Sunday, 1 June 2014

Customers Who Bought This Item Also Bought...

If you enjoyed Charles Fudgemuffin then we recommend ... Charles Dickens?


As an author and a reader, a useful tool on Amazon's website is their 'Customers Who Bought This Item Also Bought...' feature.  It's primarily designed to help readers find similar books which they might also like, but as an author it's interesting to see what sort of books your readers are interested in.

However, some of the suggestions aren't always what you would expect, and some of the unexpected results I've found include my fourth book, Hopes And Dreams, apparently appealing to the same target audience as Charles Dickens!  To be specific, A Tale Of Two Cities, David Copperfield and Oliver Twist were apparently all bought by the same readers as Hopes And Dreams.

Charles Dickens appeals to a similar target audience as Charles Fudgemuffin, apparently.

If any Dickens' fans are reading this and thinking, 'Hmm, maybe I'll give that Charles Fudgemuffin a try, then,' I should perhaps point out that Charles Dickens and myself have very little in common.  In fact if I had to compile a list of similarities between us, it would go something like this:

1) We share the name 'Charles'.
2) That's it.

To sum it up, if the classic authors were on Venus, then my books would be located way beyond Mars somewhere in the Andromeda galaxy.

I think perhaps the reason why Dickens was shown as a suggested alternative to Hopes And Dreams could perhaps be because at the time Hopes And Dreams had only been on sale for a few days and therefore at that point I'd only sold a couple of books.  The Amazon algorithms therefore had very little data to work with which creates a greater potential for unusual results.  Now that Hopes And Dreams has been on sale for a few months, the alternative suggestions are far more logical, with sci-fi comedy books featuring quite prominently (as well as the other books in the 'How To Save The World' series), which is what I would have expected.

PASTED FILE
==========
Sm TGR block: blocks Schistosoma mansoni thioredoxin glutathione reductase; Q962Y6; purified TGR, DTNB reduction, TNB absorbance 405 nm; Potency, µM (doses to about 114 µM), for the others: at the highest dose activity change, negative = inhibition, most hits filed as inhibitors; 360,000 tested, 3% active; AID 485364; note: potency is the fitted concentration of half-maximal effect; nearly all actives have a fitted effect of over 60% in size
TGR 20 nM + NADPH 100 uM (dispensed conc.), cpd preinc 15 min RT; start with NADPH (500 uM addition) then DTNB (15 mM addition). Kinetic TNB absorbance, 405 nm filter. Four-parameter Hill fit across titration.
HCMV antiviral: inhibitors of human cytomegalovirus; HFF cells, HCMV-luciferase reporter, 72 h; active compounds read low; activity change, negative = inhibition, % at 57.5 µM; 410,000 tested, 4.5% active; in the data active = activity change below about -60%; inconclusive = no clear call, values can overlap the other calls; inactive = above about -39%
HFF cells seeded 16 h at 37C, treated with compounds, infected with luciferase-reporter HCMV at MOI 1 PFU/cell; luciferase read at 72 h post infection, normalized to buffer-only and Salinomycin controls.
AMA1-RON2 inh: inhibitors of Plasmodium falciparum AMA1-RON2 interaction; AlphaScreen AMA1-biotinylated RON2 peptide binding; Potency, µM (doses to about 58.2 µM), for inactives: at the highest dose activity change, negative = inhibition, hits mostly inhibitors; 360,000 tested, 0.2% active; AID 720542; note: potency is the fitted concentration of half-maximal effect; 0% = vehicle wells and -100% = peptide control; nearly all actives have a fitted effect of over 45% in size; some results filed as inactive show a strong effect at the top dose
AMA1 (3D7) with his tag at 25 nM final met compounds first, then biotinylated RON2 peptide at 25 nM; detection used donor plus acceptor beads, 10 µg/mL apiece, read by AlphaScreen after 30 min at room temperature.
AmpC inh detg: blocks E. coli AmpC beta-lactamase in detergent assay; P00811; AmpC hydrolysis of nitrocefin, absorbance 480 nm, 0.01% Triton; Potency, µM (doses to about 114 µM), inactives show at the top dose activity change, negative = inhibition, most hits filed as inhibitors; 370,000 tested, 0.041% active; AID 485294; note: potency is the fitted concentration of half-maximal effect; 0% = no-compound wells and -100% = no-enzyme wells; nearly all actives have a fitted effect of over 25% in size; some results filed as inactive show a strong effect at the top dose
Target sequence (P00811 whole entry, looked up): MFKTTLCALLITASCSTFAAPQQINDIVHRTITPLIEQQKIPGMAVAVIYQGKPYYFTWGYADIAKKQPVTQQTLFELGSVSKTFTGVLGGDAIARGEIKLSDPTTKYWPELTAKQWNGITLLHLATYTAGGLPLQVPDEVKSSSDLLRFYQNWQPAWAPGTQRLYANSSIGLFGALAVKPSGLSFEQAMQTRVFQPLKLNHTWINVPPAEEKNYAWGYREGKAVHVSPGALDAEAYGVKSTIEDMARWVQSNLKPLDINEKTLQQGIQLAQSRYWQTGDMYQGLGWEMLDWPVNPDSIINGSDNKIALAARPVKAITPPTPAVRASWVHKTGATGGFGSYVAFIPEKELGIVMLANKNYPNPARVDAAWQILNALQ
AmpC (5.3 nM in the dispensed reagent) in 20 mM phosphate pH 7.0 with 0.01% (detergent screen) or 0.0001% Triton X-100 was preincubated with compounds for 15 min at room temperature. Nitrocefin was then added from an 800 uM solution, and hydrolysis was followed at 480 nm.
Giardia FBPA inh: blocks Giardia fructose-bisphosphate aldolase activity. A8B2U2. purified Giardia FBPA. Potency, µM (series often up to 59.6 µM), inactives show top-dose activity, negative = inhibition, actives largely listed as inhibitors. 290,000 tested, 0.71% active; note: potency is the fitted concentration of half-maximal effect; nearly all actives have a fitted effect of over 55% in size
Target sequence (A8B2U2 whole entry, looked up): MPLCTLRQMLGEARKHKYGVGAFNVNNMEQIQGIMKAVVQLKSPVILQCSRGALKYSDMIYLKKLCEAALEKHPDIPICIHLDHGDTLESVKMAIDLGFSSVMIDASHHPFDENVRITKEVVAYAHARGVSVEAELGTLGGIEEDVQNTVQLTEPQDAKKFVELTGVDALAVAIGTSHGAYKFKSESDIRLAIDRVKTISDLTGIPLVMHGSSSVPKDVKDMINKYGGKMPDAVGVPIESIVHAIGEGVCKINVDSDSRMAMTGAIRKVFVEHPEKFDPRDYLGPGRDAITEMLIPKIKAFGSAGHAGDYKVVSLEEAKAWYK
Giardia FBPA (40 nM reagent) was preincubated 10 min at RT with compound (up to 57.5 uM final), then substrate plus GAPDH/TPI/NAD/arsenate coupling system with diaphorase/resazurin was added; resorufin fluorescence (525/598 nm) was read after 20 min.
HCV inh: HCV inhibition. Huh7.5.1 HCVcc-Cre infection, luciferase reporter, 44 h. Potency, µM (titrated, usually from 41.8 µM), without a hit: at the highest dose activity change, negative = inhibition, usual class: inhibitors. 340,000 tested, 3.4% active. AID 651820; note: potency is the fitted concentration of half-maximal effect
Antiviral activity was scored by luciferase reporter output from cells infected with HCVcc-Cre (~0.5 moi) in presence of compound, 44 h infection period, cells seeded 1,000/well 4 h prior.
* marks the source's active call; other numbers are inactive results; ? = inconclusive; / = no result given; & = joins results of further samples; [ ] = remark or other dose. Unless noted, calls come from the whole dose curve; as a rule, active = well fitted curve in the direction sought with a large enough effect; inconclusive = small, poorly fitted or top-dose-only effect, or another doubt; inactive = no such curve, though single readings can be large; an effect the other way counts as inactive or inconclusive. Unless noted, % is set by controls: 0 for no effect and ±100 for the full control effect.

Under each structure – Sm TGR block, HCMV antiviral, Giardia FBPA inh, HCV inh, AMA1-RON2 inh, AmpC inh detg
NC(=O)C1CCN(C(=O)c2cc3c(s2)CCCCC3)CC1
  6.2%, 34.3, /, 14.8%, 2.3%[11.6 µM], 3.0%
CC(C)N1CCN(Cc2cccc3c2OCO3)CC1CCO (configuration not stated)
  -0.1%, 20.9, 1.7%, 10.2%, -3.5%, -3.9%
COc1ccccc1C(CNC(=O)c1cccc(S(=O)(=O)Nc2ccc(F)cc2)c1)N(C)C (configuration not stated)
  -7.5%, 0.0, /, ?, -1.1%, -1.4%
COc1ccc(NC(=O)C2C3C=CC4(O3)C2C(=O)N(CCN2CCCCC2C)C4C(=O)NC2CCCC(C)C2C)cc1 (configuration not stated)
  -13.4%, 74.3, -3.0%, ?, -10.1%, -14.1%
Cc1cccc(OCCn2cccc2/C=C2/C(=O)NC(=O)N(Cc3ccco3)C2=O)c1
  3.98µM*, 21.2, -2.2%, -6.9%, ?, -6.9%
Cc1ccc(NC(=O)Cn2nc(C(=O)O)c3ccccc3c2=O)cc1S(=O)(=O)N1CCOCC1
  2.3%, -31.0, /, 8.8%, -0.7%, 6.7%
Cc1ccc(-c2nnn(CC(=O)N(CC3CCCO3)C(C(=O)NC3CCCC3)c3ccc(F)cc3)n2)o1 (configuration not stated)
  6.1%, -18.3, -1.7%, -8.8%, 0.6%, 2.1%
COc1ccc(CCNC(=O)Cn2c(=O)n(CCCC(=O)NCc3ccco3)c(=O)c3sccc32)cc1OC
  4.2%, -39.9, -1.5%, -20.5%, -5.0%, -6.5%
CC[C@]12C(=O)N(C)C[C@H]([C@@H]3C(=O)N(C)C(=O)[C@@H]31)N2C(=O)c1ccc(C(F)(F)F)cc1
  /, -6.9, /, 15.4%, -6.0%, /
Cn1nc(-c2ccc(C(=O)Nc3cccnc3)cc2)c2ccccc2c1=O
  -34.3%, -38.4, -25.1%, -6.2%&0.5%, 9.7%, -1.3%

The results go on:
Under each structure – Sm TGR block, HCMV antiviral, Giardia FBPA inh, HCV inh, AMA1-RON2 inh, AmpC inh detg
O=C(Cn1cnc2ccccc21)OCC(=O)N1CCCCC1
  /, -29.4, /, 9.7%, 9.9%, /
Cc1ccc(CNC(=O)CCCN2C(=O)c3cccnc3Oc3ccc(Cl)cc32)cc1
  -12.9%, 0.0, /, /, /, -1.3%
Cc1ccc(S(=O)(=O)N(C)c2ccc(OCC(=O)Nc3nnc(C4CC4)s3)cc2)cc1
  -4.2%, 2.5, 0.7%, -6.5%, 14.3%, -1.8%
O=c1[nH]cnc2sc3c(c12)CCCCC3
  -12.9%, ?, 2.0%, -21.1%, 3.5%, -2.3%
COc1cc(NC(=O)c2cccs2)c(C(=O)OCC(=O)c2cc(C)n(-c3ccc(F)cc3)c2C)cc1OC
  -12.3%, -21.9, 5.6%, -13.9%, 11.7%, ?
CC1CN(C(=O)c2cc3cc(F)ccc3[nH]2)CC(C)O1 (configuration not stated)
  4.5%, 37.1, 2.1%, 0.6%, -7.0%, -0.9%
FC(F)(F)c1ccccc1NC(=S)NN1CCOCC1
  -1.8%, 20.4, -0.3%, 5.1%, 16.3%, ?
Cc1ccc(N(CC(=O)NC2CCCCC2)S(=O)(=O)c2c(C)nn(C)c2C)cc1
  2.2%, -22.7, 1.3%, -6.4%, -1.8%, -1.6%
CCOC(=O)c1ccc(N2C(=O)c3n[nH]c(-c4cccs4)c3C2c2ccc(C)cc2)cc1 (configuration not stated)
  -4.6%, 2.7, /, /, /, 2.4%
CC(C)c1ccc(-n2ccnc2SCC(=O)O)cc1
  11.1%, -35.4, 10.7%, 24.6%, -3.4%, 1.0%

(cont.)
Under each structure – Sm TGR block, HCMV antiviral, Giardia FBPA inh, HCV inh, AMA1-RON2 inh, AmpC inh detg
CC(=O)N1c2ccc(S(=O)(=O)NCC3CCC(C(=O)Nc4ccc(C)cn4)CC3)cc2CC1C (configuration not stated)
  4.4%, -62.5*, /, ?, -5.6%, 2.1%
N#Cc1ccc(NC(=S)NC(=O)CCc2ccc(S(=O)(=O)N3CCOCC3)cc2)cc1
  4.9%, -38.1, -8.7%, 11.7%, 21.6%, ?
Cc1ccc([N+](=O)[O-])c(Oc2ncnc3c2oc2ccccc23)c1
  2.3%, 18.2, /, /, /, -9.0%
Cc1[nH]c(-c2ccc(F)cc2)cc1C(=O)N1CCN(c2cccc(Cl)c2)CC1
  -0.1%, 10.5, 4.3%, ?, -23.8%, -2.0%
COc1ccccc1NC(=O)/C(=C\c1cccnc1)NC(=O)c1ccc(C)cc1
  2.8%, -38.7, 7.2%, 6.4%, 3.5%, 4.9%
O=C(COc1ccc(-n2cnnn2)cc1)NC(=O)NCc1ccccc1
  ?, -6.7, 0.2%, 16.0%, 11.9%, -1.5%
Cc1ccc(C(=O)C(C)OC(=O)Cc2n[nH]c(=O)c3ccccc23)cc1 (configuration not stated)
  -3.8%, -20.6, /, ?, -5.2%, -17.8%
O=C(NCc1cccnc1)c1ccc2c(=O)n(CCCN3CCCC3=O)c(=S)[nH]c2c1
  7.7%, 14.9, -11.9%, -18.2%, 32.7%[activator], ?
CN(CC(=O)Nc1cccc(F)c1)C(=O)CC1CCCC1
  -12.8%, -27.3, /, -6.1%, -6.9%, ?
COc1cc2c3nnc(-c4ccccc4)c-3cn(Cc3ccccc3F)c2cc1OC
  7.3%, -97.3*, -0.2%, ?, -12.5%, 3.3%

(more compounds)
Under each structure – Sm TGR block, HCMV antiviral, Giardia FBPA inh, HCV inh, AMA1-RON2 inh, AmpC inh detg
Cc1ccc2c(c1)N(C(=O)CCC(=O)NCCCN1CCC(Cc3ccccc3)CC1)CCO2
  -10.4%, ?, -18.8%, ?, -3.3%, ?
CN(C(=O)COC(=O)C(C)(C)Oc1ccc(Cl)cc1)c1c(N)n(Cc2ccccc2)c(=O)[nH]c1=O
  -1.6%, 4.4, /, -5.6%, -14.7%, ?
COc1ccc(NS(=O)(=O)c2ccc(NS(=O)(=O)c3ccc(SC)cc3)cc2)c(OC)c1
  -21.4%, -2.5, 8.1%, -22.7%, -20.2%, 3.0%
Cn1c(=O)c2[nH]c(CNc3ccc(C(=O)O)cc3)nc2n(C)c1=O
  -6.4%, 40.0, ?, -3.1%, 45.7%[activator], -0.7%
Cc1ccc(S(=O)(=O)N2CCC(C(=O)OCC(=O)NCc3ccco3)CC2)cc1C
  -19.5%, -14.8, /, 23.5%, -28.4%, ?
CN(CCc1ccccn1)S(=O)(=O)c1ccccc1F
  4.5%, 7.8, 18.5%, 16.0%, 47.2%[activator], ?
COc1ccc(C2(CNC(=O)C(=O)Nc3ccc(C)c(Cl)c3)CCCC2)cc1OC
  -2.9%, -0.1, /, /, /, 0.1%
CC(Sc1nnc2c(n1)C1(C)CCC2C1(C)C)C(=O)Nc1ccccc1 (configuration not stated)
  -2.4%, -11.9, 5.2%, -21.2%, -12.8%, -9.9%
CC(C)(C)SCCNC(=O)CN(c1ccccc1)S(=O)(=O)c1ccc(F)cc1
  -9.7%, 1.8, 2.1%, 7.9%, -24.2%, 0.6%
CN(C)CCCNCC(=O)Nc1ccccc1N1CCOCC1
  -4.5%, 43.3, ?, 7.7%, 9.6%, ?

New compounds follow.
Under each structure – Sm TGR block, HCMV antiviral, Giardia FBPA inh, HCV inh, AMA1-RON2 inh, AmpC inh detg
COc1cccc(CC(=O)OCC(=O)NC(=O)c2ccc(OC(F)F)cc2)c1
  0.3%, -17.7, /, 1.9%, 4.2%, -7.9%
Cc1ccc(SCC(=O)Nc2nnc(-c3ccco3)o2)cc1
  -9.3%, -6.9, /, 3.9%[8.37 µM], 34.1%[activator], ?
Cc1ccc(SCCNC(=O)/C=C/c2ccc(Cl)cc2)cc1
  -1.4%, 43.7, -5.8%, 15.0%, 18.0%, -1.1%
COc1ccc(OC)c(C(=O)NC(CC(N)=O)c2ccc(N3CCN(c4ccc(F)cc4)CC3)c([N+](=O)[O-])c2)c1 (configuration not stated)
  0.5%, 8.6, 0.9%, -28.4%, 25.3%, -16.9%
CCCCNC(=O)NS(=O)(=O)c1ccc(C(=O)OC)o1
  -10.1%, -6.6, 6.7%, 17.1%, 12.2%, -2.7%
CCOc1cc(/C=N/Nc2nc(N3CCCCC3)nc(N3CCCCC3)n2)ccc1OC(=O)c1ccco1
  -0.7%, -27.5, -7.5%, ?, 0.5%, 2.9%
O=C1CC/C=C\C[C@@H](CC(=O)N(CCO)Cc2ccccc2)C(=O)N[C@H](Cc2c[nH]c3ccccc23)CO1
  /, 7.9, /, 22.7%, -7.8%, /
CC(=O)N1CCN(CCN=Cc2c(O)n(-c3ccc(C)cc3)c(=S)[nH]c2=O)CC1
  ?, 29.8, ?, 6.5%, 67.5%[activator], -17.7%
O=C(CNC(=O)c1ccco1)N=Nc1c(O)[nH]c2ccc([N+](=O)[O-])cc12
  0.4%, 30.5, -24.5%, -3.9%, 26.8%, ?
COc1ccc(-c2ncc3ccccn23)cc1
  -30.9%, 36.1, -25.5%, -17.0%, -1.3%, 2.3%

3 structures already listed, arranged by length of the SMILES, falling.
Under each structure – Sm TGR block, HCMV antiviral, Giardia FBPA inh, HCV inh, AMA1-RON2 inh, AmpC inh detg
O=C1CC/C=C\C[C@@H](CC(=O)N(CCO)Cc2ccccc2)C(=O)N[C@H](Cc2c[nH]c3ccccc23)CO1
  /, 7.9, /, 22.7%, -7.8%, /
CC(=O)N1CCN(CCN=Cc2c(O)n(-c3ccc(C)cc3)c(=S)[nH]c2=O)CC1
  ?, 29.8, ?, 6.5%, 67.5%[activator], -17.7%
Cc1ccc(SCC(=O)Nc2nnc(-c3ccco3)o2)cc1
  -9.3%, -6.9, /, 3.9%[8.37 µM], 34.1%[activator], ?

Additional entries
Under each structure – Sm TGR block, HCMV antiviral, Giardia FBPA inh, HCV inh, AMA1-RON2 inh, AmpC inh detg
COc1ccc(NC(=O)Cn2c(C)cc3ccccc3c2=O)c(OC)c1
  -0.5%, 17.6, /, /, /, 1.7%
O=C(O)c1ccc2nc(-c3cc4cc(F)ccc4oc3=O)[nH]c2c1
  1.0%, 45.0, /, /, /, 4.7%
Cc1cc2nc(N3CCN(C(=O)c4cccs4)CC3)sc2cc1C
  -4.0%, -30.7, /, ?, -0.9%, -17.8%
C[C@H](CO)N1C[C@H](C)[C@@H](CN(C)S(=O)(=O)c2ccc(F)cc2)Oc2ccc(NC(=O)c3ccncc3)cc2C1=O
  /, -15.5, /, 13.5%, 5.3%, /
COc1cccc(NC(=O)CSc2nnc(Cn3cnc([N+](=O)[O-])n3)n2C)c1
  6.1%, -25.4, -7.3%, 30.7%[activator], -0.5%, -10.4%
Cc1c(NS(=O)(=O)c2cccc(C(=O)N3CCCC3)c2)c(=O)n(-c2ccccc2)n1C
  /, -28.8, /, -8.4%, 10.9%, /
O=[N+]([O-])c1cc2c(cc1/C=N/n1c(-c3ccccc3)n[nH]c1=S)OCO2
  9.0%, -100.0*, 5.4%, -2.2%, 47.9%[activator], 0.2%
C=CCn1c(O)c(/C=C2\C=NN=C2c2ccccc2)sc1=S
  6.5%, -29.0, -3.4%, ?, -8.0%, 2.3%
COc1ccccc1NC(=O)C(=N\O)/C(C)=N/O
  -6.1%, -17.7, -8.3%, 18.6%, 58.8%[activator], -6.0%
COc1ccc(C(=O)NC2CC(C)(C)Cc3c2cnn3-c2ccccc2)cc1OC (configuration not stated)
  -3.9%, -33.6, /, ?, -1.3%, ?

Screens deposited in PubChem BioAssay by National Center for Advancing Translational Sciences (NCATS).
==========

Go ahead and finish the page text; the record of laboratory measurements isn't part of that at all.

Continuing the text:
A meat pie, as envied by Charles Dickens.
Anyway, just to reiterate, myself and Charles Dickens have very little in common, but if any fans of classic literature want to stay up to date with the latest Charles Dickens news then you can follow Charles on twitter (@DickensSays).  Charles generally tweets about his novels and also reveals the occasional insight into his everyday life.  For example in one of his latest tweets he reports:

"On the omnibus, riding into town to meet a colleague. Some fellow is eating a meat pie. How I envy him."

Charles also has a website where he talks about his latest projects and forthcoming releases:
Charles Dickens website

Please note, Charles Dickens doesn't really run the twitter account and website shown above.  He of course has people to do that sort of thing for him.

. . . . . . . .

If you enjoyed A Tale Of Two Cities by Charles Dickens then apparently you may also enjoy Hopes And Dreams by Charles Fudgemuffin, in the same way that fans of cookery books may also enjoy books discussing Russian economic policy during the 1920s.

Hopes And Dreams
Part 3A in the 'How To Save The World' series.
Hopes And Dreams is the fourth of the alien comedy 'How To Save The World' books which are written by Charles Fudgemuffin and available for Kindle.  Click on the following link to check it out on Amazon:
Hopes And Dreams


Follow Charles Fudgemuffin on facebook and twitter:
Facebook:  Charles Fudgemuffin
Twitter:  @CFudgemuffin 


Related posts:
"People Are Literally Tearing Their Hair Out!"
10 Cool Internet Easter Eggs (Part 3)
Daft Office Pranks (Part 1)

Please note, the above posts are actually totally unrelated, but they've got more in common than me and Charles Dickens!

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About The Author

The 'How To Save The World' books
by Charles Fudgemuffin
Charles Fudgemuffin is the author of the alien comedy 'How To Save The World' books which are available for Kindle from Amazon.  The first book in the series is available from the following link:
How To Save The World: An Alien Comedy

As with all Kindle books, you can also download a free sample of the first few chapters.

Please note, the 'How To Save The World' books contain material suitable for ages 18+ and are not recommended for prudes or squares.